Advances in 3D medical printing are quite amazing. Here are some recent articles on 3Ders.Org.
3d Printed Hand
Jose Delgado Jr. Jose, 53 year old, was born without most of his left hand and in the past year, he had been using a prosthetic hand that costs $42,000, which he paid about half out of pocket. This myoelectric version uses the muscle signals in his forearm to trigger the closing or opening of the fingers, like a real hand would.
Jose visited e-NABLE member Jeremy Simon and asked if he could help make a 3D printed prosthesis for him. Created by Jon Schull, a researcher at Rochester Institute of Technology, e-NABLE pairs children and adults with missing or deformed fingers, hands or forearms with makers who produce customized 3D printed prostheses that can improve their lives.
Jose has been using multiple types of prosthetic devices for years, so he’s very familiar with what can or can’t be done with them in terms of day-to-day functionality. To his surprise, Jose said he actually prefers the 3D printed Cyborg Beast to his far more expensive myoelectric prosthesis.
Jose claims that the simple, mechanical design of Cyborg Beast is even more comfortable and provides more day-to-day functionality than the expensive version. And if a piece breaks, he could simply print a new one in a few hours.
A typical prosthetic hand from a company will run you more than $10,000, but materials for a 3D printed hand can cost less than $50. The design, research, development and prototyping time for these 3D printable limbs designs has been donated by many individuals in the e-NABLE community, a group of 700 people globally. The design is open source and thus no rights have had to be purchased to use or make them. Therefore it is possible to produce a partial hand for a cost of less than $50 as compared to a retail device with a price of thousands.
Jeremy says he is working with Jose on printing another new hand and this time using a material called Bridge nylon, which is stronger than the previous material and also light weighted. “I’ll also be providing him with an alternate thumb mount that will enable a different kind of grip.” Jeremy said.
3D Printed Arm
Students at the Washington University in St. Louis has built a robotic prosthetic arm for thirteen-year-old Sydney Kendall who lost her right arm in a boating accident when she was six years old.
Using a computer program and a 3D printer, Kendall Gretsch, Henry Lather and Kranti Peddada, seniors studying biomedical engineering in the School of Engineering & Applied Science, created a robotic prosthetic arm out of bright-pink plastic. Each part of the robotic hand and arm is made individually. It took about 20 minutes to print the small parts, and an hour to make larger parts. The whole project took about 13-15 hours to print. Total cost is only $200, while normally a prosthetic would cost a minimum of $6,000.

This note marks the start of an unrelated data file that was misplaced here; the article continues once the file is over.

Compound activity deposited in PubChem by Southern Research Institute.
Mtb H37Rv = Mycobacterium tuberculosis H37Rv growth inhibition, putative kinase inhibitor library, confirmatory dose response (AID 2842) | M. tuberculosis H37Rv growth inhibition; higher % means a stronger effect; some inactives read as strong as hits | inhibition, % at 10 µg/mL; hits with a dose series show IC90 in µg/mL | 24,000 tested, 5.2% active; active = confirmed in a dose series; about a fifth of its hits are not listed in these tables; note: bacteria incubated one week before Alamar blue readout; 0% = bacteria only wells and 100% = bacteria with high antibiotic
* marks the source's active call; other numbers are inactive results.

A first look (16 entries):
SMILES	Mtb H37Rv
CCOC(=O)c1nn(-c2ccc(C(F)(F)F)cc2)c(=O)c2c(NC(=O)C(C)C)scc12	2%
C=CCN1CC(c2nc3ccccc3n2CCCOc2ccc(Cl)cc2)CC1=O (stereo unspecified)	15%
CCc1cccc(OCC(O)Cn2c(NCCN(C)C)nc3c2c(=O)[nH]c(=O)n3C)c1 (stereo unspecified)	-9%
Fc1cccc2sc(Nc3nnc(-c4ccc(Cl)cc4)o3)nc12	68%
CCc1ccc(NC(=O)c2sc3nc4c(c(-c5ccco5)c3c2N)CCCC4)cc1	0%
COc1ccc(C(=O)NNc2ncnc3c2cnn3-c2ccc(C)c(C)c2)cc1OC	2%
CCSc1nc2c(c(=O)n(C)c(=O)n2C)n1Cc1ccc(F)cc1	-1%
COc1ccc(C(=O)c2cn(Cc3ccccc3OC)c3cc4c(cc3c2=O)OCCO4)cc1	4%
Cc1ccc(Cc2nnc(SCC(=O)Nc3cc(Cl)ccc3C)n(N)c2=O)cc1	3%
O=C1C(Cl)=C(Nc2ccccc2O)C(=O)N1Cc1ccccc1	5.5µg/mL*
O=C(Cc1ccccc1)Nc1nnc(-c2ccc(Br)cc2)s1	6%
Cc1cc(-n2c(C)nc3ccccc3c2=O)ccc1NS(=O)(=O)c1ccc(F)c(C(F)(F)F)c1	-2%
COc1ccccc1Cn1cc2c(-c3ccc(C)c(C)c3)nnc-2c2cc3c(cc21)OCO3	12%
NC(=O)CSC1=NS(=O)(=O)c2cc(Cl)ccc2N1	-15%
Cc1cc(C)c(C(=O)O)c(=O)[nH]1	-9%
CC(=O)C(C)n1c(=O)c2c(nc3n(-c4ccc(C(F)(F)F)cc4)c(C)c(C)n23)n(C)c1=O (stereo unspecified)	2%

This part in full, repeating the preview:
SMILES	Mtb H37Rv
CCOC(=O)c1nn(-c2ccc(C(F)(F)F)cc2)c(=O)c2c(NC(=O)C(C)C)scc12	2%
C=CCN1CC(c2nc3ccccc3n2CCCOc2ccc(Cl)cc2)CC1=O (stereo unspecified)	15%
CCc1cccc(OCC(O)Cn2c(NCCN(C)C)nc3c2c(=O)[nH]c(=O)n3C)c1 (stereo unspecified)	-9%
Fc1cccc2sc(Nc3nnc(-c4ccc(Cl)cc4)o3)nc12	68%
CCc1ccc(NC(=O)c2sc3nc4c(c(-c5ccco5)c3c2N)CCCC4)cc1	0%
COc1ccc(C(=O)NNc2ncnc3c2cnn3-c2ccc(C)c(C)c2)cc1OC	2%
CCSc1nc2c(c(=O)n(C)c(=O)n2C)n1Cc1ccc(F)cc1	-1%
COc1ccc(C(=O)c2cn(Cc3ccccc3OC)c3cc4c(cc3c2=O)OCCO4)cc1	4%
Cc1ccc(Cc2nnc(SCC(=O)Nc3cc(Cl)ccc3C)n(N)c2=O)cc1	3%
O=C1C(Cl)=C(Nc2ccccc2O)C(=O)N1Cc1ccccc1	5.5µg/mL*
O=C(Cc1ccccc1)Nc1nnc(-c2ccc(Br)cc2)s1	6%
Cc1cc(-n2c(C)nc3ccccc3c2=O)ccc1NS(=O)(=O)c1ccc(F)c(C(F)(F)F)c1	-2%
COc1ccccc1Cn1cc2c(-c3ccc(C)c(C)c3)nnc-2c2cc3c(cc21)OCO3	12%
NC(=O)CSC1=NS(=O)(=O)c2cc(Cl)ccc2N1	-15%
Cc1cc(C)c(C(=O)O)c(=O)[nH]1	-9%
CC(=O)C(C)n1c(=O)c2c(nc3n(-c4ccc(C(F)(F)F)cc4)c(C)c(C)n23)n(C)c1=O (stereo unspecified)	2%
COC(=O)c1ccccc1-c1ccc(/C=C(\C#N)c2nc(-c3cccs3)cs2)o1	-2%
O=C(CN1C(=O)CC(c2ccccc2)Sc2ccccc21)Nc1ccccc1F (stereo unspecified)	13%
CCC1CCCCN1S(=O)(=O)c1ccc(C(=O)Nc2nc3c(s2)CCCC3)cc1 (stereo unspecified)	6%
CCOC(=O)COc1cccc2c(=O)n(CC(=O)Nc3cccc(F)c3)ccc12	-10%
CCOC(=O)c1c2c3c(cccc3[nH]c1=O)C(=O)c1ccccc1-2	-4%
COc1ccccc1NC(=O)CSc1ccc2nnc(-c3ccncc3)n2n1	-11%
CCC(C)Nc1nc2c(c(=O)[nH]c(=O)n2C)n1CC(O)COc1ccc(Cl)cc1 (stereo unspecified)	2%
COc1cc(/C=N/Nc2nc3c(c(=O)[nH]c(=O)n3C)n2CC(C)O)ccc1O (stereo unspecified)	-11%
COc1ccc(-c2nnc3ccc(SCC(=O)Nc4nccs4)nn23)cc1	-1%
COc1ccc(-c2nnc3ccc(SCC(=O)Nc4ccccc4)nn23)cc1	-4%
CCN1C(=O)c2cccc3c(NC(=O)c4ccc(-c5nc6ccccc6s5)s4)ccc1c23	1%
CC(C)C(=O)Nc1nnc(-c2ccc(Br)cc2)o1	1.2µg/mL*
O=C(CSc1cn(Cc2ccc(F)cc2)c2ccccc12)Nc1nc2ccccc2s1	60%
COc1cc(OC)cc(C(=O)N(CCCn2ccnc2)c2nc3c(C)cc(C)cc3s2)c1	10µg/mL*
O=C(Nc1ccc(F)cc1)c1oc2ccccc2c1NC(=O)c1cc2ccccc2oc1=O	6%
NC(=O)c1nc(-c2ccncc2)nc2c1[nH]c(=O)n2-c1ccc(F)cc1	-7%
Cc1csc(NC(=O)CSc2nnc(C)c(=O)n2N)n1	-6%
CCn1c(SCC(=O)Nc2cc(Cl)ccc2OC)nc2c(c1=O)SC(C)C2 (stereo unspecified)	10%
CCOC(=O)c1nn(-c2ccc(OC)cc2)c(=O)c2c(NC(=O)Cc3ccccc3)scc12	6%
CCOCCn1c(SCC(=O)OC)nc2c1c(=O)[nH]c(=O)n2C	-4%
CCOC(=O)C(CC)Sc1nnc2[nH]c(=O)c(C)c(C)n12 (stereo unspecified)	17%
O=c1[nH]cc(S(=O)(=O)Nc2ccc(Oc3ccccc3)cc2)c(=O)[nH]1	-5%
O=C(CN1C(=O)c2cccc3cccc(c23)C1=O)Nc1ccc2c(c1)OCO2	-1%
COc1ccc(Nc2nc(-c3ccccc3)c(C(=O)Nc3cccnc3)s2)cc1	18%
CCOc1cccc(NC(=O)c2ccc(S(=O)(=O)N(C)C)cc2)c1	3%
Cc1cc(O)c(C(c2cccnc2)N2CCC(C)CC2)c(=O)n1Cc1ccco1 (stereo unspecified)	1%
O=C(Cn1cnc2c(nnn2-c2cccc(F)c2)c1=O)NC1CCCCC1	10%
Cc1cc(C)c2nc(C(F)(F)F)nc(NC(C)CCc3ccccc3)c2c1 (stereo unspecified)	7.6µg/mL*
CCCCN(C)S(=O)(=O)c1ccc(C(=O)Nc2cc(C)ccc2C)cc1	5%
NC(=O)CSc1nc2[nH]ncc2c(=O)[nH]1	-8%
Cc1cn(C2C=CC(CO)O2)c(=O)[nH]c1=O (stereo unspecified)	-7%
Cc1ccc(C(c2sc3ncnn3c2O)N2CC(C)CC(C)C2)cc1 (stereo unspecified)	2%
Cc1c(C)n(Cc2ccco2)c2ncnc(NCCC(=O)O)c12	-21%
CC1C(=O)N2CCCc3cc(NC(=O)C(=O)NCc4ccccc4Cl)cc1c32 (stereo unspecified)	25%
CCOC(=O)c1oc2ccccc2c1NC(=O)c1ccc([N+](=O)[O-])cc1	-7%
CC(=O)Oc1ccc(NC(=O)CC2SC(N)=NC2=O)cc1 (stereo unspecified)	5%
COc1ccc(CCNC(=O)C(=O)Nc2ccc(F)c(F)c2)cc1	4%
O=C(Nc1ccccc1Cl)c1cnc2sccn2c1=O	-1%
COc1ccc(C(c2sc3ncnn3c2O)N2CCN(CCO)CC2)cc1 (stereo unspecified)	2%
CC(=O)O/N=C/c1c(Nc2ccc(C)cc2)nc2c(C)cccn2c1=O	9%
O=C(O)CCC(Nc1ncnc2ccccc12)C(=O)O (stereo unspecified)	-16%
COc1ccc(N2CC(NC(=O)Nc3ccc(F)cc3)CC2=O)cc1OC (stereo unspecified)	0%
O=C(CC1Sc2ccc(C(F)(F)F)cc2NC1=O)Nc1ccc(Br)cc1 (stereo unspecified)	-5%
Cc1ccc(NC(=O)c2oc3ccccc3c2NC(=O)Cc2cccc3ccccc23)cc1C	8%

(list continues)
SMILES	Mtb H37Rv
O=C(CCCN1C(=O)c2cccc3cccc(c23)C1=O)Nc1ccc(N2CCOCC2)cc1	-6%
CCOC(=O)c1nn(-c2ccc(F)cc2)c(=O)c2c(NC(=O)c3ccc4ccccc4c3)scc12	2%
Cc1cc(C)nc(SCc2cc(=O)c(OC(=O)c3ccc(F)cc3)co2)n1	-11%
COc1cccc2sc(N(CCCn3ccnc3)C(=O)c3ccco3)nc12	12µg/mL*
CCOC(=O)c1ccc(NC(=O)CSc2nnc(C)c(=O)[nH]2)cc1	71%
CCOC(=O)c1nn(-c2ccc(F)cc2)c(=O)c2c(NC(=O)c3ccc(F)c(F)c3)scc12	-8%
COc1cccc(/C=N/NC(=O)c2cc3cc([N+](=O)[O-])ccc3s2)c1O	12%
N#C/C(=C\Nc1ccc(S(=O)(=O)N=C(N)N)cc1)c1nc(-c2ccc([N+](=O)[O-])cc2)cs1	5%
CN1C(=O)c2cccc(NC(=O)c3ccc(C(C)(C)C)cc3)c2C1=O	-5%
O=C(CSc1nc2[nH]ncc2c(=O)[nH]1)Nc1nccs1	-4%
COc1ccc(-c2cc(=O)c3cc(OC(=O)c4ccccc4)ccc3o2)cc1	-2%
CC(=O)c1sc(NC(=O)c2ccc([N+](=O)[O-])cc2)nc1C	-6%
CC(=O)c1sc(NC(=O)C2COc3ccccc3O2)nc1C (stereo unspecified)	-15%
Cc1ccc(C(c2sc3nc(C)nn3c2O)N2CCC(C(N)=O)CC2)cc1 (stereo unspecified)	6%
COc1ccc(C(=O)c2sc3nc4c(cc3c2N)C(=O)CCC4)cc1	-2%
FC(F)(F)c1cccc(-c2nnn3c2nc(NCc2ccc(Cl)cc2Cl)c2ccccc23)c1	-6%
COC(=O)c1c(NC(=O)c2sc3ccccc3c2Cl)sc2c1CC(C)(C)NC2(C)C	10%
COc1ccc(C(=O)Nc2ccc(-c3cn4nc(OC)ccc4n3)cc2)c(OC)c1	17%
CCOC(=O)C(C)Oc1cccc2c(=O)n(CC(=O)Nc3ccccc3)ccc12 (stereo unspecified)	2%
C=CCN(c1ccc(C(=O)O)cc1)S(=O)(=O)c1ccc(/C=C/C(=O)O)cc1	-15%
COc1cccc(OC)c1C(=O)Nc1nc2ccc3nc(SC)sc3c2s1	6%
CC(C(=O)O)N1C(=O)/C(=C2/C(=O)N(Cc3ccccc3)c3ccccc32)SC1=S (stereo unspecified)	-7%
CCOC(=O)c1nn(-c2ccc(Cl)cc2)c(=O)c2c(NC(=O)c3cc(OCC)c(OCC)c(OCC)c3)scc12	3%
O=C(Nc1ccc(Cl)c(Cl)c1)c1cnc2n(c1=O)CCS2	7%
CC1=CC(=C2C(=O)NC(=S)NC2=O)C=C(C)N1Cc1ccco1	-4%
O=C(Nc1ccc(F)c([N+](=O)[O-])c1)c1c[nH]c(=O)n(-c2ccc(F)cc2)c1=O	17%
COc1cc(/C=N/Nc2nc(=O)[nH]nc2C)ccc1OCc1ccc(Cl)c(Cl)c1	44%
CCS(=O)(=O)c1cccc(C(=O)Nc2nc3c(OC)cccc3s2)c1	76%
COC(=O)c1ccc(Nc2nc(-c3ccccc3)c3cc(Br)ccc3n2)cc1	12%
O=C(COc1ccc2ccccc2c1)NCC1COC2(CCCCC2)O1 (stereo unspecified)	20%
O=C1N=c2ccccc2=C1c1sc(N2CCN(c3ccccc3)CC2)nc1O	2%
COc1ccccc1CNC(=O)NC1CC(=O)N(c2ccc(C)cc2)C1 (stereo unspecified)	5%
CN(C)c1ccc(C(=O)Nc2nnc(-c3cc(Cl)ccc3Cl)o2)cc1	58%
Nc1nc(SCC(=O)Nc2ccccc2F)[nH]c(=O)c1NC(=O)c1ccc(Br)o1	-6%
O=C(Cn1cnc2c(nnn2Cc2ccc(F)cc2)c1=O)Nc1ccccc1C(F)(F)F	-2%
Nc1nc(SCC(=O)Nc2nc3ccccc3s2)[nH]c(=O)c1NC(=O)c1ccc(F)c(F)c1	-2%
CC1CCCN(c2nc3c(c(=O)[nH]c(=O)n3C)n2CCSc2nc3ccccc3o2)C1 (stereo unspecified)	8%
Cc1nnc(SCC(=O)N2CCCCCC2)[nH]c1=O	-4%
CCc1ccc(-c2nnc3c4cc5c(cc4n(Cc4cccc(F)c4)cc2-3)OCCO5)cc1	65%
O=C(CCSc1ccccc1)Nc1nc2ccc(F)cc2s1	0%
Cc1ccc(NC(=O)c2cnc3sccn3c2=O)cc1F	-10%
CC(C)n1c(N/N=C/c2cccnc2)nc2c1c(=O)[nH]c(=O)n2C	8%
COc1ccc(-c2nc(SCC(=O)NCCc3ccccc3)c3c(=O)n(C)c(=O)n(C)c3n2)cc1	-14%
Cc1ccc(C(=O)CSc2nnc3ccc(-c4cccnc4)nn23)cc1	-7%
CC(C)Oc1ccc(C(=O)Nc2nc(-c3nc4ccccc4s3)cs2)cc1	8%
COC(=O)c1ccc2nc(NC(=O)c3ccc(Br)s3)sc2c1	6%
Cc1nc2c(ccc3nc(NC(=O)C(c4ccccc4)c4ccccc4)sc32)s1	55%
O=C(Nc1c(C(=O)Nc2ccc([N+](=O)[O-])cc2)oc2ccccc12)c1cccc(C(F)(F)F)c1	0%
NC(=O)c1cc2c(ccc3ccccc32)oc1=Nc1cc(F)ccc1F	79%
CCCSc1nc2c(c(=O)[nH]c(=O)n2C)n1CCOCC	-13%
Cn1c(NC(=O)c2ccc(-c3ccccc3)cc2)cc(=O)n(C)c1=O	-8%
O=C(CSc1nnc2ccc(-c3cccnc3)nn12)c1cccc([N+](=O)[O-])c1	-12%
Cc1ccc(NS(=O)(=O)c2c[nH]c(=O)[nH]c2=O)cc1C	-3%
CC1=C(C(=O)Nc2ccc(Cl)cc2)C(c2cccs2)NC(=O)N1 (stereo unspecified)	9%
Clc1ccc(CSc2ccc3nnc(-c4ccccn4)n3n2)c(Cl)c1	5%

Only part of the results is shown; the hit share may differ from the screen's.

The students developed the robotic hand as part of their engineering design course with associate professor of physical therapy Joseph Klaesner. With guidance from several medical practitioners including orthopedic hand surgeons Charles A. Goldfarb and Lindley Wall, they built the prosthetic out of bright-PINK plastic, as request by Sydney.
“They brought their engineering expertise, and we shared our practical experience with prosthetics and the needs of children,” Goldfarb wrote in a recent blog post about the project. “It was a valuable experience as Kendall, Henry and Kranti had no prosthetic experience and were able to think about the issues in a very different way.”
After the accident, Sydney learned to write with her left hand, but found most tasks difficult to accomplish with her prosthetic arm. On the other side, the new 3D printed arm is very easy to manipulate. By moving her shoulder, she can direct the arm to throw a ball, move a computer mouse and perform other tasks.
Peddada said it was thrilling to observe Sydney use her arm. “It really showed us the great things you can accomplish when you bridge medicine and technology,” Peddada said.
Sydney’s new arm has motor and working thumb, which set it apart from similar “Robohand” that has been widely adopted. A sensor worn on the shoulder detects motion, and sends a signal through a cord to a micro controller chip which activates little motors that control the fingers and thumb. The prosthetic is powered by a nine volt battery.
There are lots of fascinating 3-D printing articles on 3Ders.Org.
Recent topics include 3d-printed handguns, mouthpieces, masks to avoid surveillance, car parts, better bike wheels, and dura matter (a thick and dense inelastic membrane that surrounds the brain and spinal cord, serving for the protection of the brain.)
Inquiring minds may wish to investigate further.
Mike “Mish” Shedlock